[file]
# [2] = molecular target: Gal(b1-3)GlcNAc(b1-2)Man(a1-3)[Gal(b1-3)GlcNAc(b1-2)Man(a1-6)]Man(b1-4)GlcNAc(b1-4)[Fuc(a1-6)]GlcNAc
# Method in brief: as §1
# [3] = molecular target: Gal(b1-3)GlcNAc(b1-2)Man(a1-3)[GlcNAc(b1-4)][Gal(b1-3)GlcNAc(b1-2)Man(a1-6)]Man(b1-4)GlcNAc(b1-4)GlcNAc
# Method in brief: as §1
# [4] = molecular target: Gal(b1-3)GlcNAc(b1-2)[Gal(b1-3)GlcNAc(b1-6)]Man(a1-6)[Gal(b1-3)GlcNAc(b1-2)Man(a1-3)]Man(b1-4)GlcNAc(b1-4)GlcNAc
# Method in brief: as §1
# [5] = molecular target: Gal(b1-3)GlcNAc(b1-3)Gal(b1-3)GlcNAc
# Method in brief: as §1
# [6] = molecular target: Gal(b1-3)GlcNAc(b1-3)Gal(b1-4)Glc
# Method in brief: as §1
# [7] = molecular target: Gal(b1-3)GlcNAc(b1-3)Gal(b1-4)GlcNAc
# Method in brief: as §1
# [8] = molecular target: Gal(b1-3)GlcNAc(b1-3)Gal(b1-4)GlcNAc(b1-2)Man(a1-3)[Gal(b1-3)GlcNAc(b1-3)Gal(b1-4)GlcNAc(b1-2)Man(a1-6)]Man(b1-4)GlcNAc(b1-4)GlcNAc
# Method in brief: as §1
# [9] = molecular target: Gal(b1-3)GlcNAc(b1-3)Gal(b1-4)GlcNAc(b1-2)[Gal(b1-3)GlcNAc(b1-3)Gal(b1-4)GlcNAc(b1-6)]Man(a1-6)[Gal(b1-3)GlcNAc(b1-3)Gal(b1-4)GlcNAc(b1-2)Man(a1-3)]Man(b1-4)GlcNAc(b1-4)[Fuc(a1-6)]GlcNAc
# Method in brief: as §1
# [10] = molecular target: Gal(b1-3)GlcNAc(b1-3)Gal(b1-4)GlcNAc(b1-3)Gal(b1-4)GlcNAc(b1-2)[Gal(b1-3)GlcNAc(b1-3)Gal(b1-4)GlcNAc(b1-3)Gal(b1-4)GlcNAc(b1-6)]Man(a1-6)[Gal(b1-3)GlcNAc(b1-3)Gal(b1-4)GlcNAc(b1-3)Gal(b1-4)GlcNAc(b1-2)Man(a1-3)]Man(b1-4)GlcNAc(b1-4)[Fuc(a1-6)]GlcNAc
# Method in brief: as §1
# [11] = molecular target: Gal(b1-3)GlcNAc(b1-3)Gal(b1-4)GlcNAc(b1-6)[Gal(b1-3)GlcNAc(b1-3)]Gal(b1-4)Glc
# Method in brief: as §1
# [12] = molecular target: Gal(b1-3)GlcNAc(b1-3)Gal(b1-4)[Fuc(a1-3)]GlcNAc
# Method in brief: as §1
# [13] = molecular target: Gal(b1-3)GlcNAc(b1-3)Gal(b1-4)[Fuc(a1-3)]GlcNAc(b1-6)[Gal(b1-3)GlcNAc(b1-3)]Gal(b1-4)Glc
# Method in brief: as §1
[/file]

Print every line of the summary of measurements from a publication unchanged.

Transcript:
# [2] = molecular target: Gal(b1-3)GlcNAc(b1-2)Man(a1-3)[Gal(b1-3)GlcNAc(b1-2)Man(a1-6)]Man(b1-4)GlcNAc(b1-4)[Fuc(a1-6)]GlcNAc
# Method in brief: as §1
# [3] = molecular target: Gal(b1-3)GlcNAc(b1-2)Man(a1-3)[GlcNAc(b1-4)][Gal(b1-3)GlcNAc(b1-2)Man(a1-6)]Man(b1-4)GlcNAc(b1-4)GlcNAc
# Method in brief: as §1
# [4] = molecular target: Gal(b1-3)GlcNAc(b1-2)[Gal(b1-3)GlcNAc(b1-6)]Man(a1-6)[Gal(b1-3)GlcNAc(b1-2)Man(a1-3)]Man(b1-4)GlcNAc(b1-4)GlcNAc
# Method in brief: as §1
# [5] = molecular target: Gal(b1-3)GlcNAc(b1-3)Gal(b1-3)GlcNAc
# Method in brief: as §1
# [6] = molecular target: Gal(b1-3)GlcNAc(b1-3)Gal(b1-4)Glc
# Method in brief: as §1
# [7] = molecular target: Gal(b1-3)GlcNAc(b1-3)Gal(b1-4)GlcNAc
# Method in brief: as §1
# [8] = molecular target: Gal(b1-3)GlcNAc(b1-3)Gal(b1-4)GlcNAc(b1-2)Man(a1-3)[Gal(b1-3)GlcNAc(b1-3)Gal(b1-4)GlcNAc(b1-2)Man(a1-6)]Man(b1-4)GlcNAc(b1-4)GlcNAc
# Method in brief: as §1
# [9] = molecular target: Gal(b1-3)GlcNAc(b1-3)Gal(b1-4)GlcNAc(b1-2)[Gal(b1-3)GlcNAc(b1-3)Gal(b1-4)GlcNAc(b1-6)]Man(a1-6)[Gal(b1-3)GlcNAc(b1-3)Gal(b1-4)GlcNAc(b1-2)Man(a1-3)]Man(b1-4)GlcNAc(b1-4)[Fuc(a1-6)]GlcNAc
# Method in brief: as §1
# [10] = molecular target: Gal(b1-3)GlcNAc(b1-3)Gal(b1-4)GlcNAc(b1-3)Gal(b1-4)GlcNAc(b1-2)[Gal(b1-3)GlcNAc(b1-3)Gal(b1-4)GlcNAc(b1-3)Gal(b1-4)GlcNAc(b1-6)]Man(a1-6)[Gal(b1-3)GlcNAc(b1-3)Gal(b1-4)GlcNAc(b1-3)Gal(b1-4)GlcNAc(b1-2)Man(a1-3)]Man(b1-4)GlcNAc(b1-4)[Fuc(a1-6)]GlcNAc
# Method in brief: as §1
# [11] = molecular target: Gal(b1-3)GlcNAc(b1-3)Gal(b1-4)GlcNAc(b1-6)[Gal(b1-3)GlcNAc(b1-3)]Gal(b1-4)Glc
# Method in brief: as §1
# [12] = molecular target: Gal(b1-3)GlcNAc(b1-3)Gal(b1-4)[Fuc(a1-3)]GlcNAc
# Method in brief: as §1
# [13] = molecular target: Gal(b1-3)GlcNAc(b1-3)Gal(b1-4)[Fuc(a1-3)]GlcNAc(b1-6)[Gal(b1-3)GlcNAc(b1-3)]Gal(b1-4)Glc
# Method in brief: as §1